First, Manoah reaffirms his intention to dedicate his son fully to the Lord by asking what his manner of (v.12) life should be. I do not think Manoah doubted what his wife told him, I simply believe that this was needed for his own sake in establishing the fact that when this child was born he would be wholly Gods.

     Second, his hospitality to the angel is in standing with Scripture. Old Testament law was clear about the treatment of strangers and foreigners. Leviticus 19:34 states, You shall treat the stranger who sojourns with you as the native among you, and you shall love him as yourself, for you were strangers in the land of Egypt. The New Testament also carries this over as Hebrews 13:2 instructs us to be kind to strangers for in so doing some have entertained angels unaware. What a fitting passage for our topic! And how Manoah filled his duty to be hospitable to this angel.

     Third, we see true worship in the sacrifice offered to the Lord. Upon hearing the angel's affirming words and upon offering him food and drink the next step was that of sacrifice. Once the angel of the Lord denied the food Manoah offered his sacrifice to the Lord in worship (v. 19). And notice the phrase that is attached to it. He offered to the Lord who works wonders. What a wonder it was to this childless couple, who for all intentions would never have a child. Yet God delighted to show mercy to this couple as He did with Abraham and Sarah, Isaac and Rebekah, and Jacob and Rachel. All of these couples were barren yet the Lord was gracious and worked all wonders to fulfill His good promised to His people. And this was no different for the Lord wanted to deliver His people now from the hands of the Philistines.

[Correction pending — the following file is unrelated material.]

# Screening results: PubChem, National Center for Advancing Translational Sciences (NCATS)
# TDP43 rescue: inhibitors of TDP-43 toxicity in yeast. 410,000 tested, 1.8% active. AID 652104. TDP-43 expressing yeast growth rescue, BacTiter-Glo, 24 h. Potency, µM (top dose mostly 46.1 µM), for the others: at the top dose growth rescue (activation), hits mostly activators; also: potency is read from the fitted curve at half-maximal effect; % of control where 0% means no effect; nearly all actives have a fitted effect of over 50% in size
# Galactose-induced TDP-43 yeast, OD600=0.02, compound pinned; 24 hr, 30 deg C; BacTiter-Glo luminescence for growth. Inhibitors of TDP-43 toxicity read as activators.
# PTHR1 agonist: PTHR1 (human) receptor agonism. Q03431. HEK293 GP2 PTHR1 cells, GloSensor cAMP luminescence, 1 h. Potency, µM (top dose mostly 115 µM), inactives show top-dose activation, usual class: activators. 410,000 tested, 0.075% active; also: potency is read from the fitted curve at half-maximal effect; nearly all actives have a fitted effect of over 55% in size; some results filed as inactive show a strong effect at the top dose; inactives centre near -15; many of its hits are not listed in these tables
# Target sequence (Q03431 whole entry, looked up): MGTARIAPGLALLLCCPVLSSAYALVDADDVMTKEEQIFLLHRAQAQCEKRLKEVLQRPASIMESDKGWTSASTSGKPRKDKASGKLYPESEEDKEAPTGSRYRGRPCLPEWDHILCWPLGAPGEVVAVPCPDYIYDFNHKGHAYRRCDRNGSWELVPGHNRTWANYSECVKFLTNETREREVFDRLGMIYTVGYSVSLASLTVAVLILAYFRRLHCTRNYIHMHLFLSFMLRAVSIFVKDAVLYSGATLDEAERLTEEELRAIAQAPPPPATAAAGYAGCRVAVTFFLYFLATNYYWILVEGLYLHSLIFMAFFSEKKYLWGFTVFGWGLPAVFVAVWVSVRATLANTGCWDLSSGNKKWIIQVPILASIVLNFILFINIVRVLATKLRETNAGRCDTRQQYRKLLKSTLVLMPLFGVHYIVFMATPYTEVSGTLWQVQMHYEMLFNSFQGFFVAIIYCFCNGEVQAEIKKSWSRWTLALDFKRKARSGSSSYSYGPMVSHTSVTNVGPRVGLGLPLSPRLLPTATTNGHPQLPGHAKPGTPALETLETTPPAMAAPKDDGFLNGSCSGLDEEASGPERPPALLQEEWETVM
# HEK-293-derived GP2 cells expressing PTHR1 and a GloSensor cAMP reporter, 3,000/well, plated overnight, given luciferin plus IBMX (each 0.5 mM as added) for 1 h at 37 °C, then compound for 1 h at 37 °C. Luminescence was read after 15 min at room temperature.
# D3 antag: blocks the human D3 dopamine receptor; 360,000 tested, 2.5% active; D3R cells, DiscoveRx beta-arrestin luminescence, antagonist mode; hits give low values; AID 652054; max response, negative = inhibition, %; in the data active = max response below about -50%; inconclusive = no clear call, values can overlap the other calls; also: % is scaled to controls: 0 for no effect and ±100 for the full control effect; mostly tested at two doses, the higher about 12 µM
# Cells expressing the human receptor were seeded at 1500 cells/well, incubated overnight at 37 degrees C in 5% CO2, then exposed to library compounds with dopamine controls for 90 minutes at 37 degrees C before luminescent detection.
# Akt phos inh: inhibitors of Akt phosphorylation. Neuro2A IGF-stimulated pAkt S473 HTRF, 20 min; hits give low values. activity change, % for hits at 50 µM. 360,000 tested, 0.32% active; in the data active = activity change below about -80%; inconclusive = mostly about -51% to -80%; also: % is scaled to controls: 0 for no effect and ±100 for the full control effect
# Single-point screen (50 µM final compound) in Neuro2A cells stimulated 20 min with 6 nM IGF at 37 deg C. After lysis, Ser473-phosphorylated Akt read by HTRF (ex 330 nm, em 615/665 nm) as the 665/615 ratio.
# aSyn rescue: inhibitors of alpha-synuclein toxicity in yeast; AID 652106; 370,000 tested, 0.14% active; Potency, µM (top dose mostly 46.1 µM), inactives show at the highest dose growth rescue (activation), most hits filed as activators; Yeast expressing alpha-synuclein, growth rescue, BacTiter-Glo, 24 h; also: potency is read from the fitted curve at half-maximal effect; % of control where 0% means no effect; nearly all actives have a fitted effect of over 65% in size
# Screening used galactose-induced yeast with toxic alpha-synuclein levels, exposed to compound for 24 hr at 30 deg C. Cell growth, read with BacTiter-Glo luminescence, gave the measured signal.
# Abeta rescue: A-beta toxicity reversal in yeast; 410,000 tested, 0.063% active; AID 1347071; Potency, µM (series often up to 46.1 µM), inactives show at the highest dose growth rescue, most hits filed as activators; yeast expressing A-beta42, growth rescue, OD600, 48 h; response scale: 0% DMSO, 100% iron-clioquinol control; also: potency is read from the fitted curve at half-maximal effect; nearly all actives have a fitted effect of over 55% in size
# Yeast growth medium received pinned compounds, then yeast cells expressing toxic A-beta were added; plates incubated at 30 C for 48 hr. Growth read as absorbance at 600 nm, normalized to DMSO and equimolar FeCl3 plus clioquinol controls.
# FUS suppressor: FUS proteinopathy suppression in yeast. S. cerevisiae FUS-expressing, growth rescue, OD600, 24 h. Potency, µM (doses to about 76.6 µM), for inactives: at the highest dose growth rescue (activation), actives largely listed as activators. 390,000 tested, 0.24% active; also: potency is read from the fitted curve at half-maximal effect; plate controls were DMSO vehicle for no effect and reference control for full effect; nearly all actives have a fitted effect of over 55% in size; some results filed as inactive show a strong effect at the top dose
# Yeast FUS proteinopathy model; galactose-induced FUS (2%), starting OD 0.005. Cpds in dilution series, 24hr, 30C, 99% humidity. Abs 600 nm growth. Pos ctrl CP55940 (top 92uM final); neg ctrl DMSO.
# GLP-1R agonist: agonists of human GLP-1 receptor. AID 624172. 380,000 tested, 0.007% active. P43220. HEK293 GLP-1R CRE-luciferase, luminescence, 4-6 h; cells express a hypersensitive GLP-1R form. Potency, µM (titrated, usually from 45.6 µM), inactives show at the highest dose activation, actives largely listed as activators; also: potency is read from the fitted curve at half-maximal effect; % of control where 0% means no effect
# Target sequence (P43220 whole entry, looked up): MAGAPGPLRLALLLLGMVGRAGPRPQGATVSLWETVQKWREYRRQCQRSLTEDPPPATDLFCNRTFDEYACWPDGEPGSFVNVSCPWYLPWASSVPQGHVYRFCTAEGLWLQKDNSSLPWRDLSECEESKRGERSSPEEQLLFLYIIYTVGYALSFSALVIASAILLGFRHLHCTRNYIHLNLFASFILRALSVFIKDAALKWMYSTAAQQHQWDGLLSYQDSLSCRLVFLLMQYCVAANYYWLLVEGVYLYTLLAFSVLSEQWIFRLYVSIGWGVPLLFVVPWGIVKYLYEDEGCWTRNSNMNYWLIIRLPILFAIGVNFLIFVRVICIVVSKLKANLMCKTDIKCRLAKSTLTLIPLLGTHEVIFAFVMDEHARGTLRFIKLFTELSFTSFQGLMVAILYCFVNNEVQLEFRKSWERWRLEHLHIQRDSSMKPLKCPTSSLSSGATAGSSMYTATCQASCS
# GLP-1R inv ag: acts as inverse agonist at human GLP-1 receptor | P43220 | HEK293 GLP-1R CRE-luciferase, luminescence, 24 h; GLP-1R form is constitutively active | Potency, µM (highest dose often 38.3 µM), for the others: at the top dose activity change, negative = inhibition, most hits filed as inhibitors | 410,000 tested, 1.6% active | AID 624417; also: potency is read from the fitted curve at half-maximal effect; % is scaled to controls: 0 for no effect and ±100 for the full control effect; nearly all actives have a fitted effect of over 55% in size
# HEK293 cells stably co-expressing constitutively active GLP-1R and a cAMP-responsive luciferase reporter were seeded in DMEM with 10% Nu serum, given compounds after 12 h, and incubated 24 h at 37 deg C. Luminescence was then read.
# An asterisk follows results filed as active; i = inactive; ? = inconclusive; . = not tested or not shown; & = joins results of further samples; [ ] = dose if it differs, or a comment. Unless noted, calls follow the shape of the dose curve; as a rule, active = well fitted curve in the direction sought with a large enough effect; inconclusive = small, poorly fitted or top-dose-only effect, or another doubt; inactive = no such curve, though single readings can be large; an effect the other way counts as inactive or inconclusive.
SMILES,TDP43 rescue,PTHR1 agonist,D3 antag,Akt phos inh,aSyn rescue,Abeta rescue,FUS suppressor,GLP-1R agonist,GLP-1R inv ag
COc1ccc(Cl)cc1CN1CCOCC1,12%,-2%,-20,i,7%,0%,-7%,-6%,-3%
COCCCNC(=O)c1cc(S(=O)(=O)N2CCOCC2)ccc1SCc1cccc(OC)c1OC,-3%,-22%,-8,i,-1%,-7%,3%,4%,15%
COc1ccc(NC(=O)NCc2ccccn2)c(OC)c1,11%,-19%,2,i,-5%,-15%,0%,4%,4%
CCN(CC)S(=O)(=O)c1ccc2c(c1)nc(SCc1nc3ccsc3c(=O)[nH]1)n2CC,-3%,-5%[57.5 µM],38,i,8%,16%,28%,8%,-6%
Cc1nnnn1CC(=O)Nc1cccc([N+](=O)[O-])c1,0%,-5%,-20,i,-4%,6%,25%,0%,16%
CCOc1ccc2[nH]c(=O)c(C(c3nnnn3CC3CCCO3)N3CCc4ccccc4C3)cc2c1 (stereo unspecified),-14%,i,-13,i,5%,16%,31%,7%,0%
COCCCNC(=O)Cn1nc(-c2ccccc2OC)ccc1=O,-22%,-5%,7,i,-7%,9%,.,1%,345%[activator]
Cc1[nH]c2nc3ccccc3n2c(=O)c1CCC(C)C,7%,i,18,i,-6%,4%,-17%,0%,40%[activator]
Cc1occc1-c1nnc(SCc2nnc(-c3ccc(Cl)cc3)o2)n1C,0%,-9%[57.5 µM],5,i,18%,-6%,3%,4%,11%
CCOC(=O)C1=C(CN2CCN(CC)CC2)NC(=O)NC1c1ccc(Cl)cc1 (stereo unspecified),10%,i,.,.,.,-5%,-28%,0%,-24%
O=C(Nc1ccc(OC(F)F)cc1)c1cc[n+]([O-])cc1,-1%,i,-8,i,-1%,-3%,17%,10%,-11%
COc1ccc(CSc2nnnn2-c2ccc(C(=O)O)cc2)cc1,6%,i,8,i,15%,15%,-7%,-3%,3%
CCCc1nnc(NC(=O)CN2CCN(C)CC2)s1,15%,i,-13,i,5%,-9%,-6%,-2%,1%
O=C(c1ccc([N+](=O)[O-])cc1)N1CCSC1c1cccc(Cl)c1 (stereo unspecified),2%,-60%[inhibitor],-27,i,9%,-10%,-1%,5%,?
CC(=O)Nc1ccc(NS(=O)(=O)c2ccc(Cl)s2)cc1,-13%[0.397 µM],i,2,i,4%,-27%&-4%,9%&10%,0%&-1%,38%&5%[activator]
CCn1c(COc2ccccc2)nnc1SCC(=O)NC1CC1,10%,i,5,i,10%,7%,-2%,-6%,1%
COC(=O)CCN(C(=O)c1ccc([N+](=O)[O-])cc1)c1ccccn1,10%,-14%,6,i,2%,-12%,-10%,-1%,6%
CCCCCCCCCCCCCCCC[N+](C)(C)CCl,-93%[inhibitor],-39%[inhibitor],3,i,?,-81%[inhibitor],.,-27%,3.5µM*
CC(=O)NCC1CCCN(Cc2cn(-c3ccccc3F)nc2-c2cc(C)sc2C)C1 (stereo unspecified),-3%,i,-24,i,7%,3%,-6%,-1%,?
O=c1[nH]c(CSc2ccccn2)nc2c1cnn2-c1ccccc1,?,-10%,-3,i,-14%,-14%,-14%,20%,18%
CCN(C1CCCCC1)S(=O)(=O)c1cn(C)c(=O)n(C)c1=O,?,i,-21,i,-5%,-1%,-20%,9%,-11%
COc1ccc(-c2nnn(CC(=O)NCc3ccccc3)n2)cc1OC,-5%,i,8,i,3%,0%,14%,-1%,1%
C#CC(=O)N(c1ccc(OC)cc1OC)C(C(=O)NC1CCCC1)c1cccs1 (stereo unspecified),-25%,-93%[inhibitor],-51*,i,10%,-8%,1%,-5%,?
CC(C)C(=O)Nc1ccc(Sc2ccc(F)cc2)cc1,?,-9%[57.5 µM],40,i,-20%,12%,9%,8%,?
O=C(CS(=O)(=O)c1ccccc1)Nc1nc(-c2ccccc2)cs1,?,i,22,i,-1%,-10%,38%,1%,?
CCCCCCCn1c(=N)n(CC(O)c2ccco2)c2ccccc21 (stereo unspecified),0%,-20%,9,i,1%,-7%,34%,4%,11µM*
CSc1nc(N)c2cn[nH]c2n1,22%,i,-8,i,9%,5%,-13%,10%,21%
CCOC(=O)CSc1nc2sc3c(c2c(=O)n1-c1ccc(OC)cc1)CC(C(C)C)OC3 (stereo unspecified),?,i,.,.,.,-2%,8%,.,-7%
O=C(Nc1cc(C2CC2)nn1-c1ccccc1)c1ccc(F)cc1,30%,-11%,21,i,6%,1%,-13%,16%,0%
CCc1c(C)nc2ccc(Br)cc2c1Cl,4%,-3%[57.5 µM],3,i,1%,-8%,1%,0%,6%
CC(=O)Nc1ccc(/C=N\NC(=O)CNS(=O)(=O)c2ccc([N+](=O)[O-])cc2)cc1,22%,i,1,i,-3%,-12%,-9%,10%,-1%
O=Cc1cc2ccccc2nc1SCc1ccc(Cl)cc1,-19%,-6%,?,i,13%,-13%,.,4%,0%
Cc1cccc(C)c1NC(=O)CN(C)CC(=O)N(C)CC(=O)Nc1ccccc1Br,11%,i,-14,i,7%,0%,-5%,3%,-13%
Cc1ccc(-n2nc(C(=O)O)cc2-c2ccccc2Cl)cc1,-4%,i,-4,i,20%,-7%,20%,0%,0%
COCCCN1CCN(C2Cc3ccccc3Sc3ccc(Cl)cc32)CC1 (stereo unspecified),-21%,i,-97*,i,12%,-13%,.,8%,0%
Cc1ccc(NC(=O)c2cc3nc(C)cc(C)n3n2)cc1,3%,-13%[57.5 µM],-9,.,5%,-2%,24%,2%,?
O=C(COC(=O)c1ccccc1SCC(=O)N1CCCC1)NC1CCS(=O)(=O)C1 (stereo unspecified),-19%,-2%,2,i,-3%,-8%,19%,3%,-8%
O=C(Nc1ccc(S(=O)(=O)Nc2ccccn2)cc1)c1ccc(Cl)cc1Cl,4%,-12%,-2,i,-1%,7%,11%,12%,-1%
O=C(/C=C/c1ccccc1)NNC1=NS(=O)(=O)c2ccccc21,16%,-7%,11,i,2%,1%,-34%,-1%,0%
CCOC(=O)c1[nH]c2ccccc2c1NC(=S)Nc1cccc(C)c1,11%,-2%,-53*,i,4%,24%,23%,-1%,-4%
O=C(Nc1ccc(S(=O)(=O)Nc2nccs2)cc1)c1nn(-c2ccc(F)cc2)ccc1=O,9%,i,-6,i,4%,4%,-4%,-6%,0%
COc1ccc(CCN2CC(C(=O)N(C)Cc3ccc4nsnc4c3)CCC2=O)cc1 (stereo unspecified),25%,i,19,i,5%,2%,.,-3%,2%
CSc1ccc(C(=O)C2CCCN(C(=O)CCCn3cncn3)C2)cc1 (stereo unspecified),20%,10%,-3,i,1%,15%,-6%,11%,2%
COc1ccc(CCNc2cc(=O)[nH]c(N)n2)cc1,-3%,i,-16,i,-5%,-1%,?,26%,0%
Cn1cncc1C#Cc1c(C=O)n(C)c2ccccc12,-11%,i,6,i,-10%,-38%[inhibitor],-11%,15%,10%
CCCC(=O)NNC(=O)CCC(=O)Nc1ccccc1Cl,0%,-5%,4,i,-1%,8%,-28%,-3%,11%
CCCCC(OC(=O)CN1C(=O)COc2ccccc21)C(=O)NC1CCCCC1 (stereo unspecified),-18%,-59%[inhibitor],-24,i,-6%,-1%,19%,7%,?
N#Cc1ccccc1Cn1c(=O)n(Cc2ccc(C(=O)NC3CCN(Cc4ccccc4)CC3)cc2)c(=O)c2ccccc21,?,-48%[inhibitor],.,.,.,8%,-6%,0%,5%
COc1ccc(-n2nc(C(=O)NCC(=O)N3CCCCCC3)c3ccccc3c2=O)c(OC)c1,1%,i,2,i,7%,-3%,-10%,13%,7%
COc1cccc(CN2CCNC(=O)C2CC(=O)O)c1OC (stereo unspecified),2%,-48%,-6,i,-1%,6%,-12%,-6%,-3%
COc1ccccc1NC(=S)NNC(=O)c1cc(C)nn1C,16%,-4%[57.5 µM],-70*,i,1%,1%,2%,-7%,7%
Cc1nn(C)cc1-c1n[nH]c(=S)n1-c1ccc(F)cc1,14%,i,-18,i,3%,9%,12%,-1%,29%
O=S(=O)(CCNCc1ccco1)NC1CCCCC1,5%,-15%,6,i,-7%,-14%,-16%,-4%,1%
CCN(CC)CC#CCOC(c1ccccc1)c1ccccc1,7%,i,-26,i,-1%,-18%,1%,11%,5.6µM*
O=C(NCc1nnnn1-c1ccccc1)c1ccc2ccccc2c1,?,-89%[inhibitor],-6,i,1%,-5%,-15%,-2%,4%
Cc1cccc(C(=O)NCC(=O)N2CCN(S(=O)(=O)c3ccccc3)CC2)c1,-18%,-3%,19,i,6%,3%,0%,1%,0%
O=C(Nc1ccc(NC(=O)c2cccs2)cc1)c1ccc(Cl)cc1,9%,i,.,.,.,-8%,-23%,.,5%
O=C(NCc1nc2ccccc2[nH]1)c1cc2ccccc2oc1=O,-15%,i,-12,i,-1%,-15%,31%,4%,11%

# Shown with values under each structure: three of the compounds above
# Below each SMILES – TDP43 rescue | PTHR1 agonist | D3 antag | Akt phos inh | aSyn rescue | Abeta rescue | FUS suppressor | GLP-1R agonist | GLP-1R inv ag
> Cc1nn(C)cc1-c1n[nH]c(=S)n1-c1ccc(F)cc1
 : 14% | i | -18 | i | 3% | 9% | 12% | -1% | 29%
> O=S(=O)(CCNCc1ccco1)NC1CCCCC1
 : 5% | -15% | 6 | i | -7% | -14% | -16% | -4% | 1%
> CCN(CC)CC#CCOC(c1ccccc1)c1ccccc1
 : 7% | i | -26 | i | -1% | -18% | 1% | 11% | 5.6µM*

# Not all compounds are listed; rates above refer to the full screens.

Fourth, we see his wife's utter assurance that God would fulfill his promise (v.23). Realizing that they have just seen God Manoah becomes fearful. Now, I could comment quite much on having the fear of the Lord but I believe the focus of this particular verse in his wife's reaction. While Manoah is fearful that they will die his wife is quite confident that it was not God's intention to kill them. By logic, she stated had that been the case (a) God would have already killed them (b) He would not have accepted a burnt offering from them, and (c) He would not have given them instructions on how to raise their son. A son cannot be raised by dead parents. This shows, I believe, the quiet confidence of his wife in God's promise to deliver a son. It is often in quiet faith that victories are won against sin and that faith is able to persevere through the toughest circumstances.

Application:
What can we learn from this passage about being godly parents and raising our children with a godly heritage?